The first dessert that came to my mind when Tara of Seven Spoons announced the Sugar High Friday 31 theme Shades of White was this quintessential French bistro dessert: Iles Flottantes or Floating Islands.
The choice was obvious for me on many levels. The dessert itself is composed of pillowy soft white meringue set on a pool of soft almond cream colored vanilla bean speckled custard sauce, also known as creme anglaise.
The main reason however spuns from a conversation I had many years ago with my grandmother, Paulette. The village where my parents and grandparents reside now is the traditional French village where the church sits prominent in the middle of the town center, surrounded by local artisan shops, pastry shops, a couple of cafes and in our case located close to the "chateau". I disgress...
We are neighbors (literally) so one day we were going to get bread at the bakery we passed the church while a wedding was taking place. The bride and groom were just coming out and my grandmother reacted the way she always did in that case, she frowned and mumbled...She was a modern woman in many ways and was aware that most brides knew pre-marital sex, but as a true product of her generation it was inconceivable that the bride would wear white. Wedding white or pure white as she would say was a badge of honor (slightly tinted with envy I think) for women her age.
That particular day, I did not feel like letting her get in a bad mood over this so I decided to play with her and indulge her sweet tooth: "If not white, and definitely not red, then what shades of white would be allright to wear for a wedding dress?" We kept on walking while describing shades of pale almond creme anglaise taffeta, caramel speckled meringue petticoat, nutty beige creme dacquoise undergarnment (she surprised me with this one), soft pink marshmallow lipstick, champagne veil and vanilla creme shoes. Gosh, did we make ourselves hungry while getting to the shop! She stopped right in front of the bakery and exclaimed: "Iles Flottantes is a dessert fit for a bride, in all its shades of white and soft meringue!"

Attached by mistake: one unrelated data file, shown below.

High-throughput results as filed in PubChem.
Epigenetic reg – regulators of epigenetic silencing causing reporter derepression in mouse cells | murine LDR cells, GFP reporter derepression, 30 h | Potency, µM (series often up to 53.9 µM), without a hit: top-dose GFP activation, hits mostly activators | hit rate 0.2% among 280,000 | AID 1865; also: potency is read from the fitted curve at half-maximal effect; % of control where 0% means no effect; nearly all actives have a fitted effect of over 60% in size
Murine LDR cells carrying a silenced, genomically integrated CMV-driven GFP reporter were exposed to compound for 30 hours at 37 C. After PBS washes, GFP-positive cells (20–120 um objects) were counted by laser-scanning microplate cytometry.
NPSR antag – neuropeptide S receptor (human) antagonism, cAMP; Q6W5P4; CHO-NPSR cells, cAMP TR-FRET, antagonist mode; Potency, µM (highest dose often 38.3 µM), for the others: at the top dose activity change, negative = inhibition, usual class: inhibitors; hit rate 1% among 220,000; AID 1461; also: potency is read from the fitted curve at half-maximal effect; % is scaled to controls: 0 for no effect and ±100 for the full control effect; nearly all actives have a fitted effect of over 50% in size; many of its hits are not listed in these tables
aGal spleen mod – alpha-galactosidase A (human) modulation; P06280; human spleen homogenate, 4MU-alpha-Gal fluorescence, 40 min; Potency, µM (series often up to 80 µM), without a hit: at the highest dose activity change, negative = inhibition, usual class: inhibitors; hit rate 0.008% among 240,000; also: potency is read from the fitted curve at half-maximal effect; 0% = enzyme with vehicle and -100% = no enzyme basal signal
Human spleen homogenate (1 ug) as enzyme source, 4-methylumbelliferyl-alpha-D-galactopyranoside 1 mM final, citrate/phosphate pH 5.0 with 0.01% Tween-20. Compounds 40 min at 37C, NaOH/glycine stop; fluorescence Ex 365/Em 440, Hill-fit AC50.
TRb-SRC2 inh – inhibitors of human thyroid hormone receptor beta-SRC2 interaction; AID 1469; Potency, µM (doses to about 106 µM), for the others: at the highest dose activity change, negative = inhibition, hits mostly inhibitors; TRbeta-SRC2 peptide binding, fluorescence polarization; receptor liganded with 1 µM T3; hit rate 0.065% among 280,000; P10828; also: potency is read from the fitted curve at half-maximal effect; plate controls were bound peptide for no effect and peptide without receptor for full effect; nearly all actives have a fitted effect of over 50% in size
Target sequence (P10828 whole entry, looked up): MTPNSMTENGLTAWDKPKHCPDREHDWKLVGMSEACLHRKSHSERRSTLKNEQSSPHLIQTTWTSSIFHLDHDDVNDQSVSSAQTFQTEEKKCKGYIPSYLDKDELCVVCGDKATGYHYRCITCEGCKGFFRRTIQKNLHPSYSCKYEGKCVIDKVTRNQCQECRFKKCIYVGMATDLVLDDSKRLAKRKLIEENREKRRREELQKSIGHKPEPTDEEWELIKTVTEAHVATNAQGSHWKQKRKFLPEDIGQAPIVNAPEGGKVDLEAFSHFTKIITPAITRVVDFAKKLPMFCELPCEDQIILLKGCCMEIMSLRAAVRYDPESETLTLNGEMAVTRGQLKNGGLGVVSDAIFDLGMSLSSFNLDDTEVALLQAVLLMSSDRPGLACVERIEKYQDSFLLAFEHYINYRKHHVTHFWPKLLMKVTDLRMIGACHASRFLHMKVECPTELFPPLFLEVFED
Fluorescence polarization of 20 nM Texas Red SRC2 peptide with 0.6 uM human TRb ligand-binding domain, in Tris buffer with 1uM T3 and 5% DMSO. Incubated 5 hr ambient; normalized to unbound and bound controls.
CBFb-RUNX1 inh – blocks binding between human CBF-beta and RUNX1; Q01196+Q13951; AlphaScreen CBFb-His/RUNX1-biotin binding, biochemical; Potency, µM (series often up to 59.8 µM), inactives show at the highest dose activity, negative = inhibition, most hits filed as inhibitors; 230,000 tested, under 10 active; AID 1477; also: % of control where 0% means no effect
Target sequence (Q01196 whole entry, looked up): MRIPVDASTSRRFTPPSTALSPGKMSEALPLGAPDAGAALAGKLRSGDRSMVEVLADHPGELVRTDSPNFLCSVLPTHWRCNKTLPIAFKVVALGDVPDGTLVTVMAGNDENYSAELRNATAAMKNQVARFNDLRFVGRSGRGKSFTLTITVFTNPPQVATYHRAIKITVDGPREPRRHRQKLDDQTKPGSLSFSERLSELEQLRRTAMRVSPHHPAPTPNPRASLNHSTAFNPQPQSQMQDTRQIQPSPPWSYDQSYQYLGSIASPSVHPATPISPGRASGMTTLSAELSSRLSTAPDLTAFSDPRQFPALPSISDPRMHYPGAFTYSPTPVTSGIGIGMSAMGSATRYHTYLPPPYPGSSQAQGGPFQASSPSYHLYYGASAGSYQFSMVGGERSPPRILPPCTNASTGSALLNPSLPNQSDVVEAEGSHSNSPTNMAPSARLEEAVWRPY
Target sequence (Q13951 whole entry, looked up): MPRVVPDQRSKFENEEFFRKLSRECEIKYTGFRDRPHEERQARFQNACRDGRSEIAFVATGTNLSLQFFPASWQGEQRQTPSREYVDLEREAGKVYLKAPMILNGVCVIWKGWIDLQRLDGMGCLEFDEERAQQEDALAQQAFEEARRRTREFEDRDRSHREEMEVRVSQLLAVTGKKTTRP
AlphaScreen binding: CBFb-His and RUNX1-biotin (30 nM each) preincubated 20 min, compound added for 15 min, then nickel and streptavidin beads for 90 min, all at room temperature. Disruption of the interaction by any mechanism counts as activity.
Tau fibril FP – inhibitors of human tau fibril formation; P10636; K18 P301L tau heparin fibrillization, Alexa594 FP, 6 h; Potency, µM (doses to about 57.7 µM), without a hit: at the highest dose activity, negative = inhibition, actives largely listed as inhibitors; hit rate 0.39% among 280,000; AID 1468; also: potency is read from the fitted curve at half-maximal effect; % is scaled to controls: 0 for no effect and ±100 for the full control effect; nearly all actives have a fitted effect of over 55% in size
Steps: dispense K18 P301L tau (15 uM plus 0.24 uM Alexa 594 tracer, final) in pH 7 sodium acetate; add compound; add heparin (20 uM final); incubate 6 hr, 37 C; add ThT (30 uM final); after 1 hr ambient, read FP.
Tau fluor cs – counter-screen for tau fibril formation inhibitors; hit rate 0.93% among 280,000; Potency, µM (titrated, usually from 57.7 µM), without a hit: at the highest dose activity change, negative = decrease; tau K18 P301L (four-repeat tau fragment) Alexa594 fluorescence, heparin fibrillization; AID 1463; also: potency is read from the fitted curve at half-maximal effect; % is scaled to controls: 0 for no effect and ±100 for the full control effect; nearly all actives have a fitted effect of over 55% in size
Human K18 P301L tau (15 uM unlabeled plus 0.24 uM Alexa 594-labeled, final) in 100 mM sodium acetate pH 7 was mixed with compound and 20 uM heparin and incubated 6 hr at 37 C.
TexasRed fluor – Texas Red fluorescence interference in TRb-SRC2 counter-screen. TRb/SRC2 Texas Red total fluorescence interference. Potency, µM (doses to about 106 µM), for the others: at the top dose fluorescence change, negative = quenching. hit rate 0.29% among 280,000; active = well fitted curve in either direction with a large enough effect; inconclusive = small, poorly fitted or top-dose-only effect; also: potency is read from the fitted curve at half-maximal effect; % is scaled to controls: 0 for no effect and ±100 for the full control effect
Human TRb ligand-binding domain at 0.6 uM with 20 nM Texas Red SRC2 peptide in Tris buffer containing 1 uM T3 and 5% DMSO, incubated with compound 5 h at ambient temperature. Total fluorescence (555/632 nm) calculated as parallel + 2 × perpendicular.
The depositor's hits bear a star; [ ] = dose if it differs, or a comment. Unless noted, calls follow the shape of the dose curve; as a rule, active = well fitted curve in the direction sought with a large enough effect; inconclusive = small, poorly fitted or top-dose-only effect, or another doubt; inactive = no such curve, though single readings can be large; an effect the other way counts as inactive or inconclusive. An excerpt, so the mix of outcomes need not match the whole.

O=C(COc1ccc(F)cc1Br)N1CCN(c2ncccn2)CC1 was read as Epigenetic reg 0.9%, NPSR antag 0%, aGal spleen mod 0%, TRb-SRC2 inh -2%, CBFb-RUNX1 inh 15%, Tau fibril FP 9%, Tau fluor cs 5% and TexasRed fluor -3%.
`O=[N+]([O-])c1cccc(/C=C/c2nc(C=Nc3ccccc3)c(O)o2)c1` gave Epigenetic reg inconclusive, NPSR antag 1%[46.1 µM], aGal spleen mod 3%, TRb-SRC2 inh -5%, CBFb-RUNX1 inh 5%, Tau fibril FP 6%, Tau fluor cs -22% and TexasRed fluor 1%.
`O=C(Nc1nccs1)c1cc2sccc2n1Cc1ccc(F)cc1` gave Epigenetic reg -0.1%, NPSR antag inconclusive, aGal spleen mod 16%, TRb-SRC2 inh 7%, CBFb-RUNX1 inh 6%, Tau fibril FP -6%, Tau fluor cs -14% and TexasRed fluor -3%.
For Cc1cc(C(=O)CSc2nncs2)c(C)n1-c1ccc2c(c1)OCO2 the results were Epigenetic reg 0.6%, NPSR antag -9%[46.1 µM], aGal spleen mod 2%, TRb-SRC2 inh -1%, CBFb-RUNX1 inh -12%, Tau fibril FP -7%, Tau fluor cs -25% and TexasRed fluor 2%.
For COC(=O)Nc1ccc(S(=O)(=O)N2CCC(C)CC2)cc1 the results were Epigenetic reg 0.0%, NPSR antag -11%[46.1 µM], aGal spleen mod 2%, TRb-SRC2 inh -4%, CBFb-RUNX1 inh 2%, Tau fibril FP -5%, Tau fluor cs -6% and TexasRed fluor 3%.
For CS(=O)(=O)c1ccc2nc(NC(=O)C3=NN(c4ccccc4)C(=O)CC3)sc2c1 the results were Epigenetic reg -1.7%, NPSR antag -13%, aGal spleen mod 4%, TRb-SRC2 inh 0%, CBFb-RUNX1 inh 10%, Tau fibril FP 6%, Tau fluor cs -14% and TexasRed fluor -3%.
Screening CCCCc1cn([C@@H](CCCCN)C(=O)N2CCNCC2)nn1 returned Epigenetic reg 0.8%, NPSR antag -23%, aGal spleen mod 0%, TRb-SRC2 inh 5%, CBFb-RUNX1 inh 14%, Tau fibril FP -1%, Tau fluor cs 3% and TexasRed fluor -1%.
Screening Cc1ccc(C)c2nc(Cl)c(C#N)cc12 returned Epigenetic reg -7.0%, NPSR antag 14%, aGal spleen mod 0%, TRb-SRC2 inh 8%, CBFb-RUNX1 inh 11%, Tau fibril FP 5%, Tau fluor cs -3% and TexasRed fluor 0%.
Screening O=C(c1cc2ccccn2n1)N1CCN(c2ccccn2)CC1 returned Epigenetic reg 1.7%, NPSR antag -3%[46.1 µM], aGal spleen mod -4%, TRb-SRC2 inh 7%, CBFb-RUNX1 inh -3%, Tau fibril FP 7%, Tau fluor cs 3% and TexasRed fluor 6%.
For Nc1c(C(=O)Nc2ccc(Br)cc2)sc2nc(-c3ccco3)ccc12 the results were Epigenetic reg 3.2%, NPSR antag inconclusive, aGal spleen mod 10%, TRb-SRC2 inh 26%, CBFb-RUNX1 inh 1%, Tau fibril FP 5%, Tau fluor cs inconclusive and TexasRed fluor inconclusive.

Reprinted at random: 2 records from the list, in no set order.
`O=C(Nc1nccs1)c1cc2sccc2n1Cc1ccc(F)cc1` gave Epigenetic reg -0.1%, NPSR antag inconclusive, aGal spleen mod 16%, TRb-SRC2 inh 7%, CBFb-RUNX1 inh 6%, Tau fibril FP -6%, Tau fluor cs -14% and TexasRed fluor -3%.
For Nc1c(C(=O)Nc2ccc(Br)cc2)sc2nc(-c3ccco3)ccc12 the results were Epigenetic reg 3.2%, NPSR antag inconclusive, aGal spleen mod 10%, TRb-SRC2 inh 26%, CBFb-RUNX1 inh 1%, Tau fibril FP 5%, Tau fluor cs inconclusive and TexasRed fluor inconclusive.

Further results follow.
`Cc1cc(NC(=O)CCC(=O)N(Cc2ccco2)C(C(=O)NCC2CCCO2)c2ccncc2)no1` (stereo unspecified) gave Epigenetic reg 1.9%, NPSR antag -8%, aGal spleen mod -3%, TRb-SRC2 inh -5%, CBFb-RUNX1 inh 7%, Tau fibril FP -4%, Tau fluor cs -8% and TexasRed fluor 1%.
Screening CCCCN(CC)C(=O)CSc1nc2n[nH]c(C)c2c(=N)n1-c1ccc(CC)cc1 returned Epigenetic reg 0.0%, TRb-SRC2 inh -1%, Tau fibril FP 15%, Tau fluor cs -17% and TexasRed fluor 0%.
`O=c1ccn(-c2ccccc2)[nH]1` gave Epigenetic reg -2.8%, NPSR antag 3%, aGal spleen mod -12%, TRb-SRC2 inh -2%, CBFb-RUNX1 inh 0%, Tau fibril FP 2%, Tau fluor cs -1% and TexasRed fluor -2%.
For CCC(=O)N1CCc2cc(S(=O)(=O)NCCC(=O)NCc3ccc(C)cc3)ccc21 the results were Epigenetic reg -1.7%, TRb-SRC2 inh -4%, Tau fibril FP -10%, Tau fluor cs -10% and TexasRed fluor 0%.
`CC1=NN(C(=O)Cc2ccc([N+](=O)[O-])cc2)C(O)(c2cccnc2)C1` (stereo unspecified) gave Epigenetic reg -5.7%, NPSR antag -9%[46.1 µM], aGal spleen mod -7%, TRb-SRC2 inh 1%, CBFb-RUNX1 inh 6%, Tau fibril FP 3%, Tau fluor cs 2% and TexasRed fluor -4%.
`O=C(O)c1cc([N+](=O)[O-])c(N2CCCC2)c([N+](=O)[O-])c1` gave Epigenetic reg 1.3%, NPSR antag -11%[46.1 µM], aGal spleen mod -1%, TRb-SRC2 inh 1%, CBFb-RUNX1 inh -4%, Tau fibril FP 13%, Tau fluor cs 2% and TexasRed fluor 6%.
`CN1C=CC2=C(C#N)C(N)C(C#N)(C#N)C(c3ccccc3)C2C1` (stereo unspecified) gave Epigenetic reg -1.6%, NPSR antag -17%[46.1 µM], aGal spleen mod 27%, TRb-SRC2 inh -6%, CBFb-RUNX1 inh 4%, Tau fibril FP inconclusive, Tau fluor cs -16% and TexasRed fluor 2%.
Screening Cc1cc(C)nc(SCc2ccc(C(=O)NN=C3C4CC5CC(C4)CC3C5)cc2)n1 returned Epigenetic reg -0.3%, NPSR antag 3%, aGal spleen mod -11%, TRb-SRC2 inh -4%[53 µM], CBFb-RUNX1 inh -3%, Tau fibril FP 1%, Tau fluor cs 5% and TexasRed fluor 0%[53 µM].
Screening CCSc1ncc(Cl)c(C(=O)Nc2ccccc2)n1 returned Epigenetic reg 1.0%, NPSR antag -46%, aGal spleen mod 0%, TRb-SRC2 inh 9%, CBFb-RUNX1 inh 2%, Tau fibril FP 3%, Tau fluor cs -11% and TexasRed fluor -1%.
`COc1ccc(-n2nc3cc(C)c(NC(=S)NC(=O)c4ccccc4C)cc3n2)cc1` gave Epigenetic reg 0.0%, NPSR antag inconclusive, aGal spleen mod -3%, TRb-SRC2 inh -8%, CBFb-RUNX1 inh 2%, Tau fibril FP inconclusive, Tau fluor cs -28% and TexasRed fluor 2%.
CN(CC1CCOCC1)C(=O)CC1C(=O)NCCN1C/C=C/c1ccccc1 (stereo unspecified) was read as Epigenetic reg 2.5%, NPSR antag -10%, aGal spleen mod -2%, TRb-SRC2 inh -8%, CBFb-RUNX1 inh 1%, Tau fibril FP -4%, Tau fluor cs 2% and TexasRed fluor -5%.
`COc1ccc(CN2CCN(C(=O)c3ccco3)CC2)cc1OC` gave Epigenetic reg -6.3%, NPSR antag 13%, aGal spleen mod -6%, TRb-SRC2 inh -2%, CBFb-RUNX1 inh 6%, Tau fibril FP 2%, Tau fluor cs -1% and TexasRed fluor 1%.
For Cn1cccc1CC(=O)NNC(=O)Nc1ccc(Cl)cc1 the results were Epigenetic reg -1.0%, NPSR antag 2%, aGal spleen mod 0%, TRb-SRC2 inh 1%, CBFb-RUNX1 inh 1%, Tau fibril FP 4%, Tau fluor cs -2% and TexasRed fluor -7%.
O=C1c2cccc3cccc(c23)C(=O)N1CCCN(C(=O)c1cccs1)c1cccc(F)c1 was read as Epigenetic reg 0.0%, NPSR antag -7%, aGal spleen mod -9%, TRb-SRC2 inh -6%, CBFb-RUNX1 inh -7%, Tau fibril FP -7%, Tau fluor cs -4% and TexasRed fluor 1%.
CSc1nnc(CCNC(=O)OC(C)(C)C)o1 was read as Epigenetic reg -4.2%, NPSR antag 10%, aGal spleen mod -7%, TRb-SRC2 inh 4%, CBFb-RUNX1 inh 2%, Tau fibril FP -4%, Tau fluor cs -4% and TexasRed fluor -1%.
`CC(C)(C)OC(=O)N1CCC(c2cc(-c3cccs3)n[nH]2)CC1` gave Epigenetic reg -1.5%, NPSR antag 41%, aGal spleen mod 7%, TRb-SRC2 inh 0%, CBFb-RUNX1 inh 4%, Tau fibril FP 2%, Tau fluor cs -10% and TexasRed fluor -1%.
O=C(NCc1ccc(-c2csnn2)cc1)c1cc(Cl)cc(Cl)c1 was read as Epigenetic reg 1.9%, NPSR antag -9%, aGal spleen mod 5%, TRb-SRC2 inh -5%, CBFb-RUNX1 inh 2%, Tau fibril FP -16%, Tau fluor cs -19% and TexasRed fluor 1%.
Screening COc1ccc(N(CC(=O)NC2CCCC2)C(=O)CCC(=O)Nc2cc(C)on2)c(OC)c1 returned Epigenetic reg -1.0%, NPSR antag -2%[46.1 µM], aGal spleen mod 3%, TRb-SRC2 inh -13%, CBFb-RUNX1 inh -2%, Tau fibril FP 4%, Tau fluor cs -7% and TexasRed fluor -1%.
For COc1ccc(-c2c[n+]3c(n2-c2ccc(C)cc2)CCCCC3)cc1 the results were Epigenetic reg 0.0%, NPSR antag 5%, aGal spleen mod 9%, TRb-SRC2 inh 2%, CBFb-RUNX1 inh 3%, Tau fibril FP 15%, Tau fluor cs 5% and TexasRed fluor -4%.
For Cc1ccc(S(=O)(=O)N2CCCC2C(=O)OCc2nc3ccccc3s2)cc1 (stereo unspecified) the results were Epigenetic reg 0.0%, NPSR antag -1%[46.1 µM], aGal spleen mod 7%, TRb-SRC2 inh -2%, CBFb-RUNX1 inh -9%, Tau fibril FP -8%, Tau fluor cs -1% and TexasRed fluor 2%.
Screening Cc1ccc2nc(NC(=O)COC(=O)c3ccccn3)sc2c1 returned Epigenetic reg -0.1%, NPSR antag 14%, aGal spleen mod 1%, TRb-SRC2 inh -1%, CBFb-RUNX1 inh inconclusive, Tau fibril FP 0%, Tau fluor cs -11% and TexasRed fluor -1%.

Floating Islands are indeed a staple dessert in French households and bistros/cafes. They are easy to make, do not require a whole lot of time and make for a show stopping presentation. They are so light and airy that it makes them the perfect dessert choice during the warmer months or at the end of multi-course dinner. The meringue is almost always drizzled with caramel, and out of respect for the traditional I give you the steps to do so, but when you don't feel like messing around with hot sugar syrup, a simple topping of toasted nuts (I used pistachios) is perfectly fine. The meringues are poached into hot milk, which helps preserve their texture and form while you put everything together.
Floating Islands - "Iles Flottantes":
For the creme anglaise:
2 cups milk
1/2 cup sugar
4 egg yolks
1 whole vanilla bean, split or 1 1/2 tsp. vanilla extract
Heat the milk with the vanilla bean to boiling point. In the meantime, in a bowl whisk the sugar and egg yolks until thick and pale. Slowly pour in some milk to temper the yolks, whisk and pour the remaining milk. Stir. Pour the whole batter back in the saucepan and cook over medium-low heat until it coats the back of a wooden spoon.
Remove from heat, let cool to room temperature, cover with plastic wrap and refrigerate.
For the meringue islands:
2 cups milk
4 egg whites
Spread a clean kitchen towel on your counter near the stove and have a large slotted spoon nearby.
In a large saucepan, heat the milk to a simmer over low heat in a large saucepan.
Whip the egg whites to a soft meringue and slowlt incorporate the sugar, one tablespoon at a time until you get a stiff , satin like and glossy meringue.
Using an ice cream scoop ar a large spoon, form rounds of meringue. Gently lower them down into the milk, without overcrowding the pan. Poach the meringues one minute on each side. With the slotted spoon, remove them from the milk and lay them down on the kitchen towel.
When all are poached. Put them on sheet pan lined with baking paper and refrigerate one hour.
Divide the creme anglaise among 6 dishes, top with the meringue islands and drizzle some caramel on top or sprinkle with toasted nuts.
For the caramel: (optional and right before serving)
1/2 cup sugar
1/3 cup water
In a heavy saucepan, stir the sugar and water together and cook over medium heat until the sugar dissolves. Increase the heat and cook until the caramel gets golden brown. Remove from the pan and let it cool a little. Spoon over the meringues.